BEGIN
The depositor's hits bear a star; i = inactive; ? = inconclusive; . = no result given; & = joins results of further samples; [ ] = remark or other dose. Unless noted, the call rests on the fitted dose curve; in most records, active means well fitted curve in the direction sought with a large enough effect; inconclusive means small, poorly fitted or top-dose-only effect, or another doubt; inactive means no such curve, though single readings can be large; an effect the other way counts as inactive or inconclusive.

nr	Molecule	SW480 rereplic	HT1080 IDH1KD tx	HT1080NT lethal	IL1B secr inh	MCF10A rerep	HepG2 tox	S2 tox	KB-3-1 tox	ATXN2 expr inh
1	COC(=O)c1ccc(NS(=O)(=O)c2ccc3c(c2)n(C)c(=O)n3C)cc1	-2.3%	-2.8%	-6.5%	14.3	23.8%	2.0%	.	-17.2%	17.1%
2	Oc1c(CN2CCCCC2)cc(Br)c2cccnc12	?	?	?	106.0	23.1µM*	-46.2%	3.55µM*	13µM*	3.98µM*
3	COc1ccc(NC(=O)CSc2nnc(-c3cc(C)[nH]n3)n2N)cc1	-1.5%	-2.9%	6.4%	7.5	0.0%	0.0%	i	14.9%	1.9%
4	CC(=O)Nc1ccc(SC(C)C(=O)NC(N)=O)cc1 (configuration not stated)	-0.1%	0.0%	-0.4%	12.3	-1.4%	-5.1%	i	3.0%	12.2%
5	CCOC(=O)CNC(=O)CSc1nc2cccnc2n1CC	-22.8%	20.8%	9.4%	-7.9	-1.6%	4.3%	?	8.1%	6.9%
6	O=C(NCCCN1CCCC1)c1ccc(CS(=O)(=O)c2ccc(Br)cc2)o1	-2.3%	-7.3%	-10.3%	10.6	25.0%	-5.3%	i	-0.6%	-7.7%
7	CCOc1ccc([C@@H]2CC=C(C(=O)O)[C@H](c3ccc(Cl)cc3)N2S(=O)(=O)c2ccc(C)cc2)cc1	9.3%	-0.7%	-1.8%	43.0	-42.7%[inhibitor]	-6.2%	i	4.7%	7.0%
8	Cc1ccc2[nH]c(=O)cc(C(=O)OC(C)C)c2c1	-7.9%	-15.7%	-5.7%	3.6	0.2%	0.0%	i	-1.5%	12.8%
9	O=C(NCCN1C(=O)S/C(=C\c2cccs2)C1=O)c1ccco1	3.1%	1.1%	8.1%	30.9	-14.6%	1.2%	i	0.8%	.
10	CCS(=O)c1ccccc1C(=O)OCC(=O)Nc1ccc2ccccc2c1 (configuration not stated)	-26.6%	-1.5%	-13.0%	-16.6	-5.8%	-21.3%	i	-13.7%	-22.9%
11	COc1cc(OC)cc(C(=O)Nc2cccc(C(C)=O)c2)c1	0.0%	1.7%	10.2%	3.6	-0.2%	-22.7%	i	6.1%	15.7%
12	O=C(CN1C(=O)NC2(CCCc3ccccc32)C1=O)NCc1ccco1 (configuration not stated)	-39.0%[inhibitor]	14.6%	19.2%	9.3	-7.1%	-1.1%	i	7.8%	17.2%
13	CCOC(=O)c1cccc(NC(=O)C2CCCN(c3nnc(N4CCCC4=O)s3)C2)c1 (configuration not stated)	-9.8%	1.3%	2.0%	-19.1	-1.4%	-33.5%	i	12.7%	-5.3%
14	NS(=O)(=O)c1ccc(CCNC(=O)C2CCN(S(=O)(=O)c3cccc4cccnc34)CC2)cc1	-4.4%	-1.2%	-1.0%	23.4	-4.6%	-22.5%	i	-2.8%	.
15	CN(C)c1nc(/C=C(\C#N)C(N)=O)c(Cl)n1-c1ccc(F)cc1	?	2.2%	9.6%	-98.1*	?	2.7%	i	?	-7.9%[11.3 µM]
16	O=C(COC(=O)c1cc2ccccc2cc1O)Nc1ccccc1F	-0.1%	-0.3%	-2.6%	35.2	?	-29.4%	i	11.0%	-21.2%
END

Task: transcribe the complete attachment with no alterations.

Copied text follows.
The depositor's hits bear a star; i = inactive; ? = inconclusive; . = no result given; & = joins results of further samples; [ ] = remark or other dose. Unless noted, the call rests on the fitted dose curve; in most records, active means well fitted curve in the direction sought with a large enough effect; inconclusive means small, poorly fitted or top-dose-only effect, or another doubt; inactive means no such curve, though single readings can be large; an effect the other way counts as inactive or inconclusive.

nr	Molecule	SW480 rereplic	HT1080 IDH1KD tx	HT1080NT lethal	IL1B secr inh	MCF10A rerep	HepG2 tox	S2 tox	KB-3-1 tox	ATXN2 expr inh
1	COC(=O)c1ccc(NS(=O)(=O)c2ccc3c(c2)n(C)c(=O)n3C)cc1	-2.3%	-2.8%	-6.5%	14.3	23.8%	2.0%	.	-17.2%	17.1%
2	Oc1c(CN2CCCCC2)cc(Br)c2cccnc12	?	?	?	106.0	23.1µM*	-46.2%	3.55µM*	13µM*	3.98µM*
3	COc1ccc(NC(=O)CSc2nnc(-c3cc(C)[nH]n3)n2N)cc1	-1.5%	-2.9%	6.4%	7.5	0.0%	0.0%	i	14.9%	1.9%
4	CC(=O)Nc1ccc(SC(C)C(=O)NC(N)=O)cc1 (configuration not stated)	-0.1%	0.0%	-0.4%	12.3	-1.4%	-5.1%	i	3.0%	12.2%
5	CCOC(=O)CNC(=O)CSc1nc2cccnc2n1CC	-22.8%	20.8%	9.4%	-7.9	-1.6%	4.3%	?	8.1%	6.9%
6	O=C(NCCCN1CCCC1)c1ccc(CS(=O)(=O)c2ccc(Br)cc2)o1	-2.3%	-7.3%	-10.3%	10.6	25.0%	-5.3%	i	-0.6%	-7.7%
7	CCOc1ccc([C@@H]2CC=C(C(=O)O)[C@H](c3ccc(Cl)cc3)N2S(=O)(=O)c2ccc(C)cc2)cc1	9.3%	-0.7%	-1.8%	43.0	-42.7%[inhibitor]	-6.2%	i	4.7%	7.0%
8	Cc1ccc2[nH]c(=O)cc(C(=O)OC(C)C)c2c1	-7.9%	-15.7%	-5.7%	3.6	0.2%	0.0%	i	-1.5%	12.8%
9	O=C(NCCN1C(=O)S/C(=C\c2cccs2)C1=O)c1ccco1	3.1%	1.1%	8.1%	30.9	-14.6%	1.2%	i	0.8%	.
10	CCS(=O)c1ccccc1C(=O)OCC(=O)Nc1ccc2ccccc2c1 (configuration not stated)	-26.6%	-1.5%	-13.0%	-16.6	-5.8%	-21.3%	i	-13.7%	-22.9%
11	COc1cc(OC)cc(C(=O)Nc2cccc(C(C)=O)c2)c1	0.0%	1.7%	10.2%	3.6	-0.2%	-22.7%	i	6.1%	15.7%
12	O=C(CN1C(=O)NC2(CCCc3ccccc32)C1=O)NCc1ccco1 (configuration not stated)	-39.0%[inhibitor]	14.6%	19.2%	9.3	-7.1%	-1.1%	i	7.8%	17.2%
13	CCOC(=O)c1cccc(NC(=O)C2CCCN(c3nnc(N4CCCC4=O)s3)C2)c1 (configuration not stated)	-9.8%	1.3%	2.0%	-19.1	-1.4%	-33.5%	i	12.7%	-5.3%
14	NS(=O)(=O)c1ccc(CCNC(=O)C2CCN(S(=O)(=O)c3cccc4cccnc34)CC2)cc1	-4.4%	-1.2%	-1.0%	23.4	-4.6%	-22.5%	i	-2.8%	.
15	CN(C)c1nc(/C=C(\C#N)C(N)=O)c(Cl)n1-c1ccc(F)cc1	?	2.2%	9.6%	-98.1*	?	2.7%	i	?	-7.9%[11.3 µM]
16	O=C(COC(=O)c1cc2ccccc2cc1O)Nc1ccccc1F	-0.1%	-0.3%	-2.6%	35.2	?	-29.4%	i	11.0%	-21.2%